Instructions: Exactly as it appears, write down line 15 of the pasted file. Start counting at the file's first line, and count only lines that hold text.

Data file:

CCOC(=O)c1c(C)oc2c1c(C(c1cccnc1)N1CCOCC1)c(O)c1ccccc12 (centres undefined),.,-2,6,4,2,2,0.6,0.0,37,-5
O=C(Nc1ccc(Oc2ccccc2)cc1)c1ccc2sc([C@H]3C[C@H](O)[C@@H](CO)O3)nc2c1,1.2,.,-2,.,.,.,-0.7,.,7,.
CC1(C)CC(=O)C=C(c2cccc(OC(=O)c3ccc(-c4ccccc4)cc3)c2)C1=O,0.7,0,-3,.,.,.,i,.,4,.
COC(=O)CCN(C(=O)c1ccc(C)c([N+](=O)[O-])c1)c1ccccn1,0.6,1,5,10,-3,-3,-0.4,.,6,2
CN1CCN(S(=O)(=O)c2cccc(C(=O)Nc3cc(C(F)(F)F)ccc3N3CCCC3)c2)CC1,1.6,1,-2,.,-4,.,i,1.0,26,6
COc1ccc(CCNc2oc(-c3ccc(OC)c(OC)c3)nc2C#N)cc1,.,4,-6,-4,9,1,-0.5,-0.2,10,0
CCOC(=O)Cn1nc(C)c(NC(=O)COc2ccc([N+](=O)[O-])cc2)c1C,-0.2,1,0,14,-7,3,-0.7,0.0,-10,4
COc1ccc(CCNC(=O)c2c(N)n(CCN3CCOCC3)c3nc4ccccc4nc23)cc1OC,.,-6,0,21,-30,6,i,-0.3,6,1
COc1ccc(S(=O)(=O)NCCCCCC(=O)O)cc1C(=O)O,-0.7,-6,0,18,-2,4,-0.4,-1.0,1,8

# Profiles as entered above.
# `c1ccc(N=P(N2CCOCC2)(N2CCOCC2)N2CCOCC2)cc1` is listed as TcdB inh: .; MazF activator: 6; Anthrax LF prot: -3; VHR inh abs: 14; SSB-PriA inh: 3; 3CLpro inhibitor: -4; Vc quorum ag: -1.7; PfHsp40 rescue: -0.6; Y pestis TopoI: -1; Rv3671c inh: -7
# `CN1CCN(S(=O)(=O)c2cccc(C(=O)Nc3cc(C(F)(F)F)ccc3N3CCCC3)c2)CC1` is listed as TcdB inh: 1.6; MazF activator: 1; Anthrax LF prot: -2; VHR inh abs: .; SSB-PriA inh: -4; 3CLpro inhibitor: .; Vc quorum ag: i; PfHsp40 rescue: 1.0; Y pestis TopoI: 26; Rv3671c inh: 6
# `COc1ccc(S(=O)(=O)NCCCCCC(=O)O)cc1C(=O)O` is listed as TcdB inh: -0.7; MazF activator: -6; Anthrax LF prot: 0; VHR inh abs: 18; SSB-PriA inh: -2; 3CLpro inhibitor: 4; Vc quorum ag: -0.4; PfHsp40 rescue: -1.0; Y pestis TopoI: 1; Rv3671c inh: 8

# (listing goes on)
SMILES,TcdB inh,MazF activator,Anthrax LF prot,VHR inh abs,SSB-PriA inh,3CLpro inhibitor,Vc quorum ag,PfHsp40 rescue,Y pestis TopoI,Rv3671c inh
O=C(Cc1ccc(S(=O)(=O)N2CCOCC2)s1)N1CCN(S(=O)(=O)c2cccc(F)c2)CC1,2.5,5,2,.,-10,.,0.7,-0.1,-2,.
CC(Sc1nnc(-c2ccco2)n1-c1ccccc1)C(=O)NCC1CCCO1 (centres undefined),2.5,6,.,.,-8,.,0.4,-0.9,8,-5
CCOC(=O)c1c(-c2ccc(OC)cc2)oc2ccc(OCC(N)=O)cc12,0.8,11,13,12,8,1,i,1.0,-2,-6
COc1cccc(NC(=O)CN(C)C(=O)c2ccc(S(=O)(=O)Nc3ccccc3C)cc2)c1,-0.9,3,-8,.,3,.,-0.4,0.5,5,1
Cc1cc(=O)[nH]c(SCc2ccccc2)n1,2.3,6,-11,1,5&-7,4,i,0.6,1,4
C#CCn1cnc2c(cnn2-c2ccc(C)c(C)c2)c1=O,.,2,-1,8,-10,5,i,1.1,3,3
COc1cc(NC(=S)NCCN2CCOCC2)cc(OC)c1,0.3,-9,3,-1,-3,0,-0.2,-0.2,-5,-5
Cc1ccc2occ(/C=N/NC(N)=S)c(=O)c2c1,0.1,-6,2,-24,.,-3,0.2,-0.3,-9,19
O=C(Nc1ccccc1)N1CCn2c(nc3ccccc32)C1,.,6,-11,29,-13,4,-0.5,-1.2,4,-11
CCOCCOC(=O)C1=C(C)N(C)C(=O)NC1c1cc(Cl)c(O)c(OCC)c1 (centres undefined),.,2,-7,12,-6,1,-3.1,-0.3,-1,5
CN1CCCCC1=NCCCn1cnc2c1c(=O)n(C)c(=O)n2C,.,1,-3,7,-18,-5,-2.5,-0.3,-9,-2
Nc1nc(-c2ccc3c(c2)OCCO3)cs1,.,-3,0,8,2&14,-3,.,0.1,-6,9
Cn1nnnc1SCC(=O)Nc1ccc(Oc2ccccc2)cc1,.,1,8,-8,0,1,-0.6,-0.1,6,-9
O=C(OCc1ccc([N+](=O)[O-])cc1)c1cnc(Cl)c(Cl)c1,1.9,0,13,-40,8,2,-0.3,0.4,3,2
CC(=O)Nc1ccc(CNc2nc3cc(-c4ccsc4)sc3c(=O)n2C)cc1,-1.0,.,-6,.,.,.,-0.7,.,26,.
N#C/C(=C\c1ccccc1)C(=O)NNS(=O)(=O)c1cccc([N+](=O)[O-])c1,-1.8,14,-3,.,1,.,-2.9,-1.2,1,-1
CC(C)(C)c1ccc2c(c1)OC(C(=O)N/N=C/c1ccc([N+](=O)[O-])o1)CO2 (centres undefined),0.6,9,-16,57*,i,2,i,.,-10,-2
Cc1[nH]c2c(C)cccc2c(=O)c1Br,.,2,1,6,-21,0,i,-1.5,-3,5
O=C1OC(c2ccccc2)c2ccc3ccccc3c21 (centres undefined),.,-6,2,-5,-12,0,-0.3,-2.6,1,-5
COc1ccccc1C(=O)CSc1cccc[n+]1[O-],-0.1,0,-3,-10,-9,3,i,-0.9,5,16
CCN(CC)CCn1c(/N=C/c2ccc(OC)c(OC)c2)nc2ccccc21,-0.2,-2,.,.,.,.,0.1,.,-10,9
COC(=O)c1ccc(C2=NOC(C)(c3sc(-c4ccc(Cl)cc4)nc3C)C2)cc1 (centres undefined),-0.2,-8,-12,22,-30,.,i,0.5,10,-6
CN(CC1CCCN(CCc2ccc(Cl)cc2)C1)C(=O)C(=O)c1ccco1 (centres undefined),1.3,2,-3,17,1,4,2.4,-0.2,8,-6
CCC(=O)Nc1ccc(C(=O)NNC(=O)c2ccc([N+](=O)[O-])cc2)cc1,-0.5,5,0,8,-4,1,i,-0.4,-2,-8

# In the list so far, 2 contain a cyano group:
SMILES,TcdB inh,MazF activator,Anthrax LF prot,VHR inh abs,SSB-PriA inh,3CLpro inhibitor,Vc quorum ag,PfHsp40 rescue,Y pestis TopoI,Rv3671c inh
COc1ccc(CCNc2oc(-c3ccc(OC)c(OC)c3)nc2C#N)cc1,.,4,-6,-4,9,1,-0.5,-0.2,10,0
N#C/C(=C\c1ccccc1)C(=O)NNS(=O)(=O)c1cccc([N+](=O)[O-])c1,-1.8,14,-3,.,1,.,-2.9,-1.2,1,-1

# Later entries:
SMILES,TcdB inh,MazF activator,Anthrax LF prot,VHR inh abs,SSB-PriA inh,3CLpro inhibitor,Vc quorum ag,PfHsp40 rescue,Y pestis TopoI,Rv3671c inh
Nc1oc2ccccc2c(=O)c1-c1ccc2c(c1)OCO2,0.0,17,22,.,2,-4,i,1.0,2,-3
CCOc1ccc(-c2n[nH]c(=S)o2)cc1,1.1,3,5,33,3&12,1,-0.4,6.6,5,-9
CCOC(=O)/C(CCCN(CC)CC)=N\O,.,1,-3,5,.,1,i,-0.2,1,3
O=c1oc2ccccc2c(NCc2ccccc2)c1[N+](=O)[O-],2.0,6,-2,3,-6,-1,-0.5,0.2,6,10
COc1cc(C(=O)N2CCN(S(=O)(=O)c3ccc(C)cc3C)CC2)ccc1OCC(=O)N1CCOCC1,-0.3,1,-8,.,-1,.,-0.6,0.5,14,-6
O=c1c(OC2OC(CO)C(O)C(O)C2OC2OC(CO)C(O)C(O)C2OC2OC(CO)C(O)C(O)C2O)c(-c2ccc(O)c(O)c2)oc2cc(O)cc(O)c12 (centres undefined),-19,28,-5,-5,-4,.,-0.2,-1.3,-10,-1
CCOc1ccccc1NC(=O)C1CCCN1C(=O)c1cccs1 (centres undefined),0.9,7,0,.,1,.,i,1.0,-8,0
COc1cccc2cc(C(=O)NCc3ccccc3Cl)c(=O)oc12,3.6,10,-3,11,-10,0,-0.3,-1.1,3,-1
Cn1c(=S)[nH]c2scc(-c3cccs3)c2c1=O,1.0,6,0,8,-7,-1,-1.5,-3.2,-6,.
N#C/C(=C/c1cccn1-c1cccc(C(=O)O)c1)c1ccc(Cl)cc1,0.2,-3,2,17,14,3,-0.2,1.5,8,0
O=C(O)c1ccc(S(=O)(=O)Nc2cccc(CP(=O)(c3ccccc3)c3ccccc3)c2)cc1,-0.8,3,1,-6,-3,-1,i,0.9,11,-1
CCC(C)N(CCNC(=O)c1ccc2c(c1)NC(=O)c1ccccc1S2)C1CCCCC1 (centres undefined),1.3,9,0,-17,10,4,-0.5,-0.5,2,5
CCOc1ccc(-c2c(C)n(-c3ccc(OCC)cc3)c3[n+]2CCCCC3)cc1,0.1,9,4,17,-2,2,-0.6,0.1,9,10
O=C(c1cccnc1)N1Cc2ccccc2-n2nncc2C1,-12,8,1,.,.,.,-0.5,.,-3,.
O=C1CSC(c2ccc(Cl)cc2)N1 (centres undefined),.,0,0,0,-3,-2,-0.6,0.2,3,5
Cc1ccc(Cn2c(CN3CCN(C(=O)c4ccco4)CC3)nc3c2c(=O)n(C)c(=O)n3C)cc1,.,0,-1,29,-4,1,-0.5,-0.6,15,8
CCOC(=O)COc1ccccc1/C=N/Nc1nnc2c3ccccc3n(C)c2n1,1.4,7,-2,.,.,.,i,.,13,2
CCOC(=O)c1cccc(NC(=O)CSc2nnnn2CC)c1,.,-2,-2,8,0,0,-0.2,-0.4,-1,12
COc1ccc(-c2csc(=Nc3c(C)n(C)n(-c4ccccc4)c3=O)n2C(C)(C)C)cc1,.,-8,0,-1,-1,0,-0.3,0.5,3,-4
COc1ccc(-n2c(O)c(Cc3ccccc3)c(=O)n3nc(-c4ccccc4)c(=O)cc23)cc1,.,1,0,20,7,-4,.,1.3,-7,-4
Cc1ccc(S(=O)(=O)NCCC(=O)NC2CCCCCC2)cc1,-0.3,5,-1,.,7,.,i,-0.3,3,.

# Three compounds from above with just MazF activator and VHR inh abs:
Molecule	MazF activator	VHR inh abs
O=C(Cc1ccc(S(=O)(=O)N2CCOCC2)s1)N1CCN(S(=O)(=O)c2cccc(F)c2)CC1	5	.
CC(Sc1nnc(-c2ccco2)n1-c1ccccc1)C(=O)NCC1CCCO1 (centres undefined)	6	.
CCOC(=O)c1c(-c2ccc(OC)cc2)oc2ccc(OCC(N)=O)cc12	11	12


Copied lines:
SMILES,TcdB inh,MazF activator,Anthrax LF prot,VHR inh abs,SSB-PriA inh,3CLpro inhibitor,Vc quorum ag,PfHsp40 rescue,Y pestis TopoI,Rv3671c inh